The Last Unicorn by Peter Beagle ISBN: 978-0451450524, Roc Trade; Reissue edition (January 1, 1991)
Upon hearing that she is the last of her kind, a unicorn makes a dangerous journey out of her forest. As she travels, she finds that humans can no longer even recognize what she is, but instead think that she is a white horse. After speaking with a cryptic butterfly, she learns that the unicorns were herded away by a monstrous red bull. While looking for them, she is captured by a witch who runs a carnival. Her carnival is supposedly a menagerie of “magical creatures” but the unicorn and a harpy are the only real magical creatures as Mommy Fortuna, the carnival owner, has used illusion to make the others appear to be so. The unicorn is freed by a magician when he sees what she truly is. Schmendrick the magician and the unicorn are later captured by bandits, but subsequently escape. They are accompanied by the bandit leader’s wife. The three companions journey on and eventually find the answers that they seek, but in the end, the unicorn finds herself to be very different from the unicorn that she was.
The Last Unicorn is written in such a way as to evoke a fairy tale setting and at the same time it includes very realistic elements that combine to give the book a unique feel. The descriptions of the unicorn’s forest are beautiful and haunting and the unicorn’s life there is one of idyllic peace. The unicorn is immortal and seems to be unaware of the passing of time. The red bull is a simple monster, and like a fairy tale monster, possesses no complexities. Against this backdrop is placed the very human character of Molly Grue and to a lesser extent, Schmendrick. When Molly first sees the unicorn she says “Where have you been?… Where were you twenty years ago, ten years ago? How dare you come to me now, when I am this?” Molly, a very pragmatic woman, has passed the age of fairy tales, but has never set aside her longing to be touched by the fantastical.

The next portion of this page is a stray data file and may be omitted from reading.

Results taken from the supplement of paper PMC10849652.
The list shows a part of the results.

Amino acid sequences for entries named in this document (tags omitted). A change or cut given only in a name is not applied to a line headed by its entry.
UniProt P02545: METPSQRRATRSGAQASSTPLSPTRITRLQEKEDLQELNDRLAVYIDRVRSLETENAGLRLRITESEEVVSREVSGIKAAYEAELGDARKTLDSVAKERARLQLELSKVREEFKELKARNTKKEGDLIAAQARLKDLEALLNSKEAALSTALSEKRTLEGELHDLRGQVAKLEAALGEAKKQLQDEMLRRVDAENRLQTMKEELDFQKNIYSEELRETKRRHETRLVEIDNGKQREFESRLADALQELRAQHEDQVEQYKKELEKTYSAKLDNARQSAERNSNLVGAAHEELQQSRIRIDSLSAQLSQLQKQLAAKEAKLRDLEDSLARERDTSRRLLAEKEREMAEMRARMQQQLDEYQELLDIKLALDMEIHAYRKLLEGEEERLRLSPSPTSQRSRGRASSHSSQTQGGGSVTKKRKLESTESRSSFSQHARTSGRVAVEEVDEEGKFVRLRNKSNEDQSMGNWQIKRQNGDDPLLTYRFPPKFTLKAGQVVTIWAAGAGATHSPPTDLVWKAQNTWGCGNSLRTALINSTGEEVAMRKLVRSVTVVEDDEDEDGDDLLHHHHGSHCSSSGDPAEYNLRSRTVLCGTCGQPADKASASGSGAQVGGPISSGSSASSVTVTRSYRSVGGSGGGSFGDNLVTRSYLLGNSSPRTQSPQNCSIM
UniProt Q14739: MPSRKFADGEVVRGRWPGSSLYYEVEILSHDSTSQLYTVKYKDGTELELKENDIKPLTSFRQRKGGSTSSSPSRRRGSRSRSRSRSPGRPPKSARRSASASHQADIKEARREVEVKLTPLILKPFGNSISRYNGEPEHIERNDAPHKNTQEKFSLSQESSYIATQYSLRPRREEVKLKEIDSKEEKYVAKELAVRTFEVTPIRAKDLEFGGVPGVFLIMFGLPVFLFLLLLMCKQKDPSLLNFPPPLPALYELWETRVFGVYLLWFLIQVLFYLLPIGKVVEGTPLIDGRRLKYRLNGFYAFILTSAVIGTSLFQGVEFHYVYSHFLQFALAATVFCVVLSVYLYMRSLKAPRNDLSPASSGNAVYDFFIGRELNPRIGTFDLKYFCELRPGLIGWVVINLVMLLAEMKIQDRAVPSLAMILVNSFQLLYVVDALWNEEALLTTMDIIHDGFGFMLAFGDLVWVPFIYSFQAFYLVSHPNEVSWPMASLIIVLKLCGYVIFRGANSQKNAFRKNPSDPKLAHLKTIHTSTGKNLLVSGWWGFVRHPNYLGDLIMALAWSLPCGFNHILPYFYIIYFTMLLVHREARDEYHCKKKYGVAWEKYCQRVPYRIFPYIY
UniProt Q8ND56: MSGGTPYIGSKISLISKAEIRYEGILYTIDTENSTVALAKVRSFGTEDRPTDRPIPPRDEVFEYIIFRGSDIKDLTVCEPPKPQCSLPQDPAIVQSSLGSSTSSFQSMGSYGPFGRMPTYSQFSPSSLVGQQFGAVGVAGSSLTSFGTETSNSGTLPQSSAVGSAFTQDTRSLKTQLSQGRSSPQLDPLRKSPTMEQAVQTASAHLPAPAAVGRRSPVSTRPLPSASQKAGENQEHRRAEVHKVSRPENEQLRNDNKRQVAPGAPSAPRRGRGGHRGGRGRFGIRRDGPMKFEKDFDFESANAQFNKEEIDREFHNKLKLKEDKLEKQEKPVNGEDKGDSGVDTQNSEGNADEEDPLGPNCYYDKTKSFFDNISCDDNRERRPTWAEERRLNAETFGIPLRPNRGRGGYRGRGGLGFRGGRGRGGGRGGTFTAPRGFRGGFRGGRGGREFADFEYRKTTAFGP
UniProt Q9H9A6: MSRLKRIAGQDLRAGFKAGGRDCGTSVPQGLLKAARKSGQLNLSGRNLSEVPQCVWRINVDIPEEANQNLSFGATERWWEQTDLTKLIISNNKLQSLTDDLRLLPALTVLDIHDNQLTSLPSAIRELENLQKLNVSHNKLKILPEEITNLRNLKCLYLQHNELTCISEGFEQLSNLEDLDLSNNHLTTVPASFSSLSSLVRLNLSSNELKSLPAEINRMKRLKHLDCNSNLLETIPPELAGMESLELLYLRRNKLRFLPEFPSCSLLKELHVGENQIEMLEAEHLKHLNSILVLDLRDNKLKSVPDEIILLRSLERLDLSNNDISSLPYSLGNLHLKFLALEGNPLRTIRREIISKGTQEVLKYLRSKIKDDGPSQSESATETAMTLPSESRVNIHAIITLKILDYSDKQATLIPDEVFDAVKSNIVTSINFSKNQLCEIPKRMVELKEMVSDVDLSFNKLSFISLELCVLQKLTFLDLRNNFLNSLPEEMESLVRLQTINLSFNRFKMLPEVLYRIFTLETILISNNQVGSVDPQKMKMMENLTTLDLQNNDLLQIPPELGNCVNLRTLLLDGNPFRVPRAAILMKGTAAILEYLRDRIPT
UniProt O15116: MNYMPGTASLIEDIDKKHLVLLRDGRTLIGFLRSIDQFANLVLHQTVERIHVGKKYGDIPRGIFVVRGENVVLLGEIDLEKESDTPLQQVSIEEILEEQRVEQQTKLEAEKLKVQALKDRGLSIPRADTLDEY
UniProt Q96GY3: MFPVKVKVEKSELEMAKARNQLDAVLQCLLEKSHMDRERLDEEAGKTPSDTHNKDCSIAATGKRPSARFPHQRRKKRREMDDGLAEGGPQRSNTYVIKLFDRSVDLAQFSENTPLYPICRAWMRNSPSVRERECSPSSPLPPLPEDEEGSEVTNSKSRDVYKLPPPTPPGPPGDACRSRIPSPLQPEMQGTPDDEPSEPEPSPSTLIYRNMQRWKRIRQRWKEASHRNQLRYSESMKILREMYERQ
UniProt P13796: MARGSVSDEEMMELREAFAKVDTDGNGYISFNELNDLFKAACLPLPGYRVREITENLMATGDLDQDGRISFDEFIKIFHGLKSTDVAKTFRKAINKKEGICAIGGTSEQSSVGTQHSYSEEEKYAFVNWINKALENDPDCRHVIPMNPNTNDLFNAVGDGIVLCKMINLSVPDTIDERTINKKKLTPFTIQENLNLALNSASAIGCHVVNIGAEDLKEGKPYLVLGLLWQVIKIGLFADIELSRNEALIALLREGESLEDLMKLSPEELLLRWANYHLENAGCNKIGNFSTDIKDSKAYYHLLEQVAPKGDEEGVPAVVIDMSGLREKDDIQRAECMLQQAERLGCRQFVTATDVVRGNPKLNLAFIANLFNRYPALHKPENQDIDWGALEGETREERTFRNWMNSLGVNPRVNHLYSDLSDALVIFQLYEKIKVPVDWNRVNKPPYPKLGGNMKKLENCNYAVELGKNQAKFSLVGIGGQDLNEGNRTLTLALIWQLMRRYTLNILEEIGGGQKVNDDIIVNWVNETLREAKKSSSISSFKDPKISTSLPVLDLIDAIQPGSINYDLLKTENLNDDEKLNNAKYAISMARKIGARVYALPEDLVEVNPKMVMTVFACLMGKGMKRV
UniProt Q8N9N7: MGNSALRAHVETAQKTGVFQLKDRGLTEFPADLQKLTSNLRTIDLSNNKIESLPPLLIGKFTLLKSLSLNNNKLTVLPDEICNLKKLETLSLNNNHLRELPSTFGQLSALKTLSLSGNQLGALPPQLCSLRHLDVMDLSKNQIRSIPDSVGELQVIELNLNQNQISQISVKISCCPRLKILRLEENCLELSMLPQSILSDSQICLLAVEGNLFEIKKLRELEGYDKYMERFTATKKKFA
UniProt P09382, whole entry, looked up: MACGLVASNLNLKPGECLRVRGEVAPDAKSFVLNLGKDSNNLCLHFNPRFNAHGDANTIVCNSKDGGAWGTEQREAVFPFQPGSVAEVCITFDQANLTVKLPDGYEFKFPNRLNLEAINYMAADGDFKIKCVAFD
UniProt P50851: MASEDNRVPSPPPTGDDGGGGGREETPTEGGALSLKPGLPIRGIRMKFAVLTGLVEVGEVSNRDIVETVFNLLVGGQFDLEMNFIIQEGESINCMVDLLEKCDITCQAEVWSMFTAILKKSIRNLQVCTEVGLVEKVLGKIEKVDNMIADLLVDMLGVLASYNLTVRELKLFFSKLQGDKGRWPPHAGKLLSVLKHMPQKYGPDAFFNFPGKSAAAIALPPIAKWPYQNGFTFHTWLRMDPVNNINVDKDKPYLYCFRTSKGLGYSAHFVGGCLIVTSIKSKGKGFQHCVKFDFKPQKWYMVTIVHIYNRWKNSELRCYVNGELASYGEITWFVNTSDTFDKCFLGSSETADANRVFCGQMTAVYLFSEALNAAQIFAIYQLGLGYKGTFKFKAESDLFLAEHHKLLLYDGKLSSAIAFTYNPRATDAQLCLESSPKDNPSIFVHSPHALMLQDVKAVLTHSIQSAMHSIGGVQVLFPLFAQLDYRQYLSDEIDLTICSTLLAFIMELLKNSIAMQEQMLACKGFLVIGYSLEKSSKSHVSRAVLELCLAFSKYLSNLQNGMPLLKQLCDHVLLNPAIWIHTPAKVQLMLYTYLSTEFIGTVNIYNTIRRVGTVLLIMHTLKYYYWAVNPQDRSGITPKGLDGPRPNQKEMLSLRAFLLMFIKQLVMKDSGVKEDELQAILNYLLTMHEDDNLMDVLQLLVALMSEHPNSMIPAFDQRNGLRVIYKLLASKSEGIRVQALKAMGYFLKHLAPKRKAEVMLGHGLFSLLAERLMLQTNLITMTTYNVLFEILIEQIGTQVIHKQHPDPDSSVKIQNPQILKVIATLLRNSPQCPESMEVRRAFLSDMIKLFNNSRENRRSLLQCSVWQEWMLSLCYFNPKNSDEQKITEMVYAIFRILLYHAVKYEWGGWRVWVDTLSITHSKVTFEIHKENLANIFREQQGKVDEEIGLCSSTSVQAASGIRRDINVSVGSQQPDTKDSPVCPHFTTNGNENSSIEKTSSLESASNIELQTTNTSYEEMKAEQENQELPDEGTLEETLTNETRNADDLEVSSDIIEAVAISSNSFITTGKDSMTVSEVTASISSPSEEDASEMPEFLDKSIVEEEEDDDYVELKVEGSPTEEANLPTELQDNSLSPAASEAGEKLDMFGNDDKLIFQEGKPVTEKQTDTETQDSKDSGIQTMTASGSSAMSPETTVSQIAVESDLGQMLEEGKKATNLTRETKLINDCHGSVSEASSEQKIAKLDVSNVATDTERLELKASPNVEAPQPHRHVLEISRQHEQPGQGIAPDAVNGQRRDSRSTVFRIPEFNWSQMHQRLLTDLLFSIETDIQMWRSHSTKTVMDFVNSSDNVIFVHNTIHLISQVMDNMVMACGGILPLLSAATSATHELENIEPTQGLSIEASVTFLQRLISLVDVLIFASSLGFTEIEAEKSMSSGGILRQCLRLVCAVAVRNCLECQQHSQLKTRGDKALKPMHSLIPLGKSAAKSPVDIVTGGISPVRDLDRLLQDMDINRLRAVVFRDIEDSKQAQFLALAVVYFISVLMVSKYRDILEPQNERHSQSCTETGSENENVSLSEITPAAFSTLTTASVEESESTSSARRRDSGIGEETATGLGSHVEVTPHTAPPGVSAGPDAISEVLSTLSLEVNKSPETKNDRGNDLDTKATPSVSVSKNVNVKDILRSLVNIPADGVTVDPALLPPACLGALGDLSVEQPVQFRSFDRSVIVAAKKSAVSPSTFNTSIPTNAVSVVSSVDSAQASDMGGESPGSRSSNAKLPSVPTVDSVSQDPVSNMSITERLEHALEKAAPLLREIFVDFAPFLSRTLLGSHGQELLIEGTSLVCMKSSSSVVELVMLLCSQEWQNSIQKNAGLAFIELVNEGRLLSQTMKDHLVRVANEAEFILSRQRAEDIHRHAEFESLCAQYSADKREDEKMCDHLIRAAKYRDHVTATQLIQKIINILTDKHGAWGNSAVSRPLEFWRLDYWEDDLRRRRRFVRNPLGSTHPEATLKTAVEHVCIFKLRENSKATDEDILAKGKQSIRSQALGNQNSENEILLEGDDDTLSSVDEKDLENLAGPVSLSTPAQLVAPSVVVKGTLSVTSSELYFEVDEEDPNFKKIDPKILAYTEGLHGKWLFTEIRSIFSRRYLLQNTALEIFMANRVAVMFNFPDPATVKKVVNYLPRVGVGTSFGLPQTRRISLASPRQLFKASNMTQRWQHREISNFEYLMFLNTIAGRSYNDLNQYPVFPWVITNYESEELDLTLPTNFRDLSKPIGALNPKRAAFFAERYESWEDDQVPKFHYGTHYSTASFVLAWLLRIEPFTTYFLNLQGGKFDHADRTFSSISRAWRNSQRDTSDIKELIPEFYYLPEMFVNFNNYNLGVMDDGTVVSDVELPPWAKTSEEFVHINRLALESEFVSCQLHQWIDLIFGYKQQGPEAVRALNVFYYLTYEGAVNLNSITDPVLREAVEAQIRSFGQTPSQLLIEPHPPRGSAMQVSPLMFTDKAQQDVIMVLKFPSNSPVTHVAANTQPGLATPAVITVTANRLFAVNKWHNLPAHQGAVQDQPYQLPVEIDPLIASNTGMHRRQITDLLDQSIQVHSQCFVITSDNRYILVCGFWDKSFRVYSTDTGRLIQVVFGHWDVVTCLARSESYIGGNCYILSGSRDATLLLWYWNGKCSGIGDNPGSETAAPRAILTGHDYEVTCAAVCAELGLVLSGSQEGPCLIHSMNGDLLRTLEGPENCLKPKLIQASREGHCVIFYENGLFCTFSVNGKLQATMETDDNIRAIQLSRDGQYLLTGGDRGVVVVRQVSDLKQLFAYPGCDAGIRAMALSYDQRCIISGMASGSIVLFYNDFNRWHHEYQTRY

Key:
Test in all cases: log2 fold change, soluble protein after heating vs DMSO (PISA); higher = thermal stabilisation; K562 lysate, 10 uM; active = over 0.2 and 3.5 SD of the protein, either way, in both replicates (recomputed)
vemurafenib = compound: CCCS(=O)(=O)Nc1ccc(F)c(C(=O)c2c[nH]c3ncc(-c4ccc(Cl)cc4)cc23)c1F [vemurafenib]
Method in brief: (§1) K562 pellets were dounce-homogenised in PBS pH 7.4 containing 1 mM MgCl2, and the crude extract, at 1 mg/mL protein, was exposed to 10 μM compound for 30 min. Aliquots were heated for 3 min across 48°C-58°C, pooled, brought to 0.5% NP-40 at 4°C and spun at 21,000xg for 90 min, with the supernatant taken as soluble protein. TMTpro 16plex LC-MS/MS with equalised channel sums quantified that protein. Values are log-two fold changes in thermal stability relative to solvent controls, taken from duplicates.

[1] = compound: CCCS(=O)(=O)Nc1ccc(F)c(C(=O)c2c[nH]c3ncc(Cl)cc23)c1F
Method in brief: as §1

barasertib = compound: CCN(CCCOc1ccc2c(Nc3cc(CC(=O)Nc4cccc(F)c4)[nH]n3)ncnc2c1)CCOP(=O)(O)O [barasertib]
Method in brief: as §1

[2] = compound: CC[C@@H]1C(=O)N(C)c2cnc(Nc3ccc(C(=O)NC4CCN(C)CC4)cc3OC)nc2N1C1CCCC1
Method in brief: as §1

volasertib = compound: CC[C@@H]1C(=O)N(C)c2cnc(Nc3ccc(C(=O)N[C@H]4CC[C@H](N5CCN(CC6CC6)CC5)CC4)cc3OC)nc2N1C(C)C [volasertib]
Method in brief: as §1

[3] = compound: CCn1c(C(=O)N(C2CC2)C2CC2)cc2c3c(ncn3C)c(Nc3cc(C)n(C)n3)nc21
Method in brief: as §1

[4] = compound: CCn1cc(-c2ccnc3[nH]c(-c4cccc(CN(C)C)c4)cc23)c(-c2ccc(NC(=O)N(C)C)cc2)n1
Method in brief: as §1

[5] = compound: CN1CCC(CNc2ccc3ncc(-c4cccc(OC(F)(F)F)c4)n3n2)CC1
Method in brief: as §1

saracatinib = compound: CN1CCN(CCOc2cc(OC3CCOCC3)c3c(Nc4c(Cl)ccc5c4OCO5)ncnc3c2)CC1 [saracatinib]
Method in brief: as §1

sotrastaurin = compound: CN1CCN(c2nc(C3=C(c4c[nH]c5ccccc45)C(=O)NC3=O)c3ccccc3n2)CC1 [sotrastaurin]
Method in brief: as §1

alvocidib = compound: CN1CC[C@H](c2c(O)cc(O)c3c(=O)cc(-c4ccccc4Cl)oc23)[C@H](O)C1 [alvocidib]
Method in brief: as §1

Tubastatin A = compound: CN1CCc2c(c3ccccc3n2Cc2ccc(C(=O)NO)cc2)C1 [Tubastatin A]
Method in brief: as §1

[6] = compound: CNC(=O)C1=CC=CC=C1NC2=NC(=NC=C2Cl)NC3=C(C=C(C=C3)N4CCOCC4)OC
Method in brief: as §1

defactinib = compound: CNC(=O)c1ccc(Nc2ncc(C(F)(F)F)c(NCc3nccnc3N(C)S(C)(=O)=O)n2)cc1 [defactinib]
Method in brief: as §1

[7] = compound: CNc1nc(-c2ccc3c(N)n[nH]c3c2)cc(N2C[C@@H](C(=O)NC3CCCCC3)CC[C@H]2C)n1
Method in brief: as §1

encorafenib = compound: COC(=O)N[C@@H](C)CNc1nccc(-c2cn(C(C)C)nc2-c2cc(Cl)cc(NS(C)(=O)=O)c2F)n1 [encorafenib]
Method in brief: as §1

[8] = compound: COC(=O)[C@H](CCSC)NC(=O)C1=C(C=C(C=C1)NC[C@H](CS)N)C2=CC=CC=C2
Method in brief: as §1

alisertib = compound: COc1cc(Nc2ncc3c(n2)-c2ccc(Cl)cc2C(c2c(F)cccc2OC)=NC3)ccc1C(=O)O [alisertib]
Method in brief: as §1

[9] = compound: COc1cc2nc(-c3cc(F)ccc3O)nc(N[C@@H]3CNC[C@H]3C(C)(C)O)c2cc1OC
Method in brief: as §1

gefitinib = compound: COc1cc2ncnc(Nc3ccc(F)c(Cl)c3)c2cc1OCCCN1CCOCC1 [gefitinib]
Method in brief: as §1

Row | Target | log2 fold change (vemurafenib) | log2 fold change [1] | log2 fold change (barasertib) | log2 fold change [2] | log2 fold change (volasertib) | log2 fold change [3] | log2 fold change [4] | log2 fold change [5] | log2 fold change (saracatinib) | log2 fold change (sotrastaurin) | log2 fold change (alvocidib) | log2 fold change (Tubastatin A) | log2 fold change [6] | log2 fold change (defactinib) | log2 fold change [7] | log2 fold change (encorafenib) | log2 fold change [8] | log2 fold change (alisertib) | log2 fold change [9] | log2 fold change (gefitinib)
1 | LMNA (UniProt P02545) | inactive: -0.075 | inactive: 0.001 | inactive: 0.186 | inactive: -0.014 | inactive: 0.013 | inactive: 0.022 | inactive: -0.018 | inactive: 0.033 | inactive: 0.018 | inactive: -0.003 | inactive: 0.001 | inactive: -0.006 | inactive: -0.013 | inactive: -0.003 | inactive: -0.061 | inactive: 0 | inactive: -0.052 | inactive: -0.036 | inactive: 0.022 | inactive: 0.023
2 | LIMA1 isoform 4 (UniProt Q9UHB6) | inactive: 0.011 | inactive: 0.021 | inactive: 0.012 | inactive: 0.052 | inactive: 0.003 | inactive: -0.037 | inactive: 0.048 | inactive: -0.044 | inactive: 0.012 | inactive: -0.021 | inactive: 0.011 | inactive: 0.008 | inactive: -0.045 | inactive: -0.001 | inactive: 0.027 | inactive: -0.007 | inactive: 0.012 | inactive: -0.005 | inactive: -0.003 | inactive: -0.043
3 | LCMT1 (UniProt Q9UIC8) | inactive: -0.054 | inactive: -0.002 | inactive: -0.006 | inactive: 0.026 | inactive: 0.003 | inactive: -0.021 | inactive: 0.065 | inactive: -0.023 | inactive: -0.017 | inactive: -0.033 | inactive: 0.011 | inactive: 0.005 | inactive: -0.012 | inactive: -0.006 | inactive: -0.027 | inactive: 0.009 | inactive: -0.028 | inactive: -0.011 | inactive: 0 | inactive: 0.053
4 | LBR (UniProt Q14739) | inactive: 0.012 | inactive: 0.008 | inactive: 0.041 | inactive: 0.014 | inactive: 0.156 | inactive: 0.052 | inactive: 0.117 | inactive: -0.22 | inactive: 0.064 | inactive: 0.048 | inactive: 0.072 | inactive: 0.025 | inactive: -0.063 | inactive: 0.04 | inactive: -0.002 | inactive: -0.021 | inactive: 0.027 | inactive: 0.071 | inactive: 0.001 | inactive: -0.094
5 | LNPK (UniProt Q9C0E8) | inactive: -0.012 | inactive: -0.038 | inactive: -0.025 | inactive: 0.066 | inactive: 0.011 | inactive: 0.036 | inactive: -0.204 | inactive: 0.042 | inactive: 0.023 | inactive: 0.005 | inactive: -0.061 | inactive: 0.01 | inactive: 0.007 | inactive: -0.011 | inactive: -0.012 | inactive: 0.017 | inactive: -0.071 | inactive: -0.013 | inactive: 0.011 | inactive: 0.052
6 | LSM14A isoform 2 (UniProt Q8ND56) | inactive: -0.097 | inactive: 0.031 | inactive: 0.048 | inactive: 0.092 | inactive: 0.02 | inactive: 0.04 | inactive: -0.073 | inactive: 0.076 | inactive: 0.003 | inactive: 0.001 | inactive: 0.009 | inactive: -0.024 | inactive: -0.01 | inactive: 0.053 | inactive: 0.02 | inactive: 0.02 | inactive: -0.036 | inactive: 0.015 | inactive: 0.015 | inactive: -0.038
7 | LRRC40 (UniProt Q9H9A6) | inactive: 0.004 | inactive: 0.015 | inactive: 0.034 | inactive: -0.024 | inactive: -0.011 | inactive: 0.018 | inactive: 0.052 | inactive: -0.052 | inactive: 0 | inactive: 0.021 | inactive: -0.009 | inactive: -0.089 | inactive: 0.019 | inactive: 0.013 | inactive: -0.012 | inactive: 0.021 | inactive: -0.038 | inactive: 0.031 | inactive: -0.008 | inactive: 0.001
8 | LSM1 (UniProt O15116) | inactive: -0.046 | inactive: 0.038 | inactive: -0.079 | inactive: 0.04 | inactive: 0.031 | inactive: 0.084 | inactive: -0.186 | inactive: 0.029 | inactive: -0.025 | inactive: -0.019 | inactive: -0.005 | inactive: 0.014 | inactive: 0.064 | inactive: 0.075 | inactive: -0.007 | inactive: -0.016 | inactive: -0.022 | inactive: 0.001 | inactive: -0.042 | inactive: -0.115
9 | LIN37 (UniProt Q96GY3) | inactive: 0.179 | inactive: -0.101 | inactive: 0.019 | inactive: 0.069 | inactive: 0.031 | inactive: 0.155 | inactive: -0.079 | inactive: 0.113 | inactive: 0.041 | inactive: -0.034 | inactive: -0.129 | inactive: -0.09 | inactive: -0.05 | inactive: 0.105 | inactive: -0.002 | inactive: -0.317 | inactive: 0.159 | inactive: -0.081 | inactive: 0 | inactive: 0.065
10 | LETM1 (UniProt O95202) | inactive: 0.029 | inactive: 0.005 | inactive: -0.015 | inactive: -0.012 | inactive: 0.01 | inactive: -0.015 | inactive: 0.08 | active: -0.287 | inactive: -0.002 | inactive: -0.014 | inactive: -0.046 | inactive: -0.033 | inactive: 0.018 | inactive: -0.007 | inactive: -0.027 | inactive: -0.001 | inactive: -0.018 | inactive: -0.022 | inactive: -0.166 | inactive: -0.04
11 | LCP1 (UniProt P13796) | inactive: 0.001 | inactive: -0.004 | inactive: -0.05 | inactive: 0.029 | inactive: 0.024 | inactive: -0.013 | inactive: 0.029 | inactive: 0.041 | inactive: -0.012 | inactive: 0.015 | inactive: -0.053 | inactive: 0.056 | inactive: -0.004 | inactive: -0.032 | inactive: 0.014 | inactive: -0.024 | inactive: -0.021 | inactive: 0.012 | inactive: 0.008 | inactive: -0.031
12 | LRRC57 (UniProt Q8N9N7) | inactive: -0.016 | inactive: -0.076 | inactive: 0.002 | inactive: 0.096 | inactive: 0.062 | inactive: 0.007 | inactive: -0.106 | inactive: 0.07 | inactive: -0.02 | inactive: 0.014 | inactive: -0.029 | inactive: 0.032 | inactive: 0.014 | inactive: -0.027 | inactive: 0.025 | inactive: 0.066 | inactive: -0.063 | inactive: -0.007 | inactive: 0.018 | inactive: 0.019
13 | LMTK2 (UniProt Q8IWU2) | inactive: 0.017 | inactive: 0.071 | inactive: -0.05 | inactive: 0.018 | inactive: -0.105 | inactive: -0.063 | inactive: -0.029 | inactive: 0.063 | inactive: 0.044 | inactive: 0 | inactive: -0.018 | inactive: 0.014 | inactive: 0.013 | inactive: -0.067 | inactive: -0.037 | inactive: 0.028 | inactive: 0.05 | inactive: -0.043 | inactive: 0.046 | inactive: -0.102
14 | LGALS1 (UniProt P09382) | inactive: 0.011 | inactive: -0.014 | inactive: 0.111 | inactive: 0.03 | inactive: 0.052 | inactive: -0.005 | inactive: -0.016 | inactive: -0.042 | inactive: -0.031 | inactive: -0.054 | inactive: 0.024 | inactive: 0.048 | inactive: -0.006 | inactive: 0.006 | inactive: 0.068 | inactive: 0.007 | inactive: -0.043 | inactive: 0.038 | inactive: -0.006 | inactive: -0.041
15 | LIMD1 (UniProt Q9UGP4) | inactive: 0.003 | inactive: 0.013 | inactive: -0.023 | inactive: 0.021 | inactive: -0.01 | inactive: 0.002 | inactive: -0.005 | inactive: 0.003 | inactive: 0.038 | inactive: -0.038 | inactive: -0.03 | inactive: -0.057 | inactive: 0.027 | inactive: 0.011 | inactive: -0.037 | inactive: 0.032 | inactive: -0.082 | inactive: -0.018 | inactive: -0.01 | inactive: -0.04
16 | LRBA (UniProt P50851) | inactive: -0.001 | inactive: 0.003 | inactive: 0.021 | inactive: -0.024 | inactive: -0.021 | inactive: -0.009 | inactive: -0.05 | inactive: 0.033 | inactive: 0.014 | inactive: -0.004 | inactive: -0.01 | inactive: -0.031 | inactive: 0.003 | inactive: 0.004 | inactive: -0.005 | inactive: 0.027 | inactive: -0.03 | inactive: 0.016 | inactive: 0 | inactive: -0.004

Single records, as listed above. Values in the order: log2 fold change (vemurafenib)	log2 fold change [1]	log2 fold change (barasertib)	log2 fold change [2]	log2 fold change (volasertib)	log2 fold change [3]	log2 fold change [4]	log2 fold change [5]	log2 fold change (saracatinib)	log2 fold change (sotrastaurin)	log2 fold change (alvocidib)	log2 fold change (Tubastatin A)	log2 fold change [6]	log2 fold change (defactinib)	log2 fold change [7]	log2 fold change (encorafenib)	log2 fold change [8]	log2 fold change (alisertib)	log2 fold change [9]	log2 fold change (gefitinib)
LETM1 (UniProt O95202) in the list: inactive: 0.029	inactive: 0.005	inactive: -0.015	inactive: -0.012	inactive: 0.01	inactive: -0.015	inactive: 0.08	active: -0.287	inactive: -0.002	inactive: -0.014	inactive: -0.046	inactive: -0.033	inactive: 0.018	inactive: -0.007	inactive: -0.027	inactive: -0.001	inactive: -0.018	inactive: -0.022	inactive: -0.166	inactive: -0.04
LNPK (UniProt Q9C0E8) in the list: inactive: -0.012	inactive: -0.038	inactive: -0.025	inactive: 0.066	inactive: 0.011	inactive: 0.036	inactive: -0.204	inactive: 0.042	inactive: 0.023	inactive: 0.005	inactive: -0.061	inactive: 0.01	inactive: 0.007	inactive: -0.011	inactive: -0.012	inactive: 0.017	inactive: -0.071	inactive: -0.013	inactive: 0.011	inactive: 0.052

Information about the author:
Born in Manhattan on April 20, 1939, Peter Soyer Beagle, son of Simon and Rebecca Soyer Beagle, was raised in the Bronx, New York. From an early age he was a voracious reader, and his parents encouraged him in his pursuits of the literary arts. As early as sixth grade, he proclaimed that he was going to be a writer, and during his years at the Bronx High School of Science (1955), he was a frequent contributor to the school literary magazine. It was in this period that his work caught the attention of the fiction editor at Seventeen Magazine. In his senior year of high school, he entered a poem and a story into the 1955 Scholastic Writing Awards Contest, without realizing that one of the top prizes was a college scholarship. His poem took first place, and he spent the next four years at the University of Pittsburgh.
In his sophmore year at U Pitt, one of his short stories, Telephone Call, won first place in a Seventeen Magazine short story contest. In short order, he acquired an agent, cranked out several more pieces (including “A Fine and Private Place” when he was only 19), and graduated with a degree in creative writing, a minor in Spanish, and a passion for writing.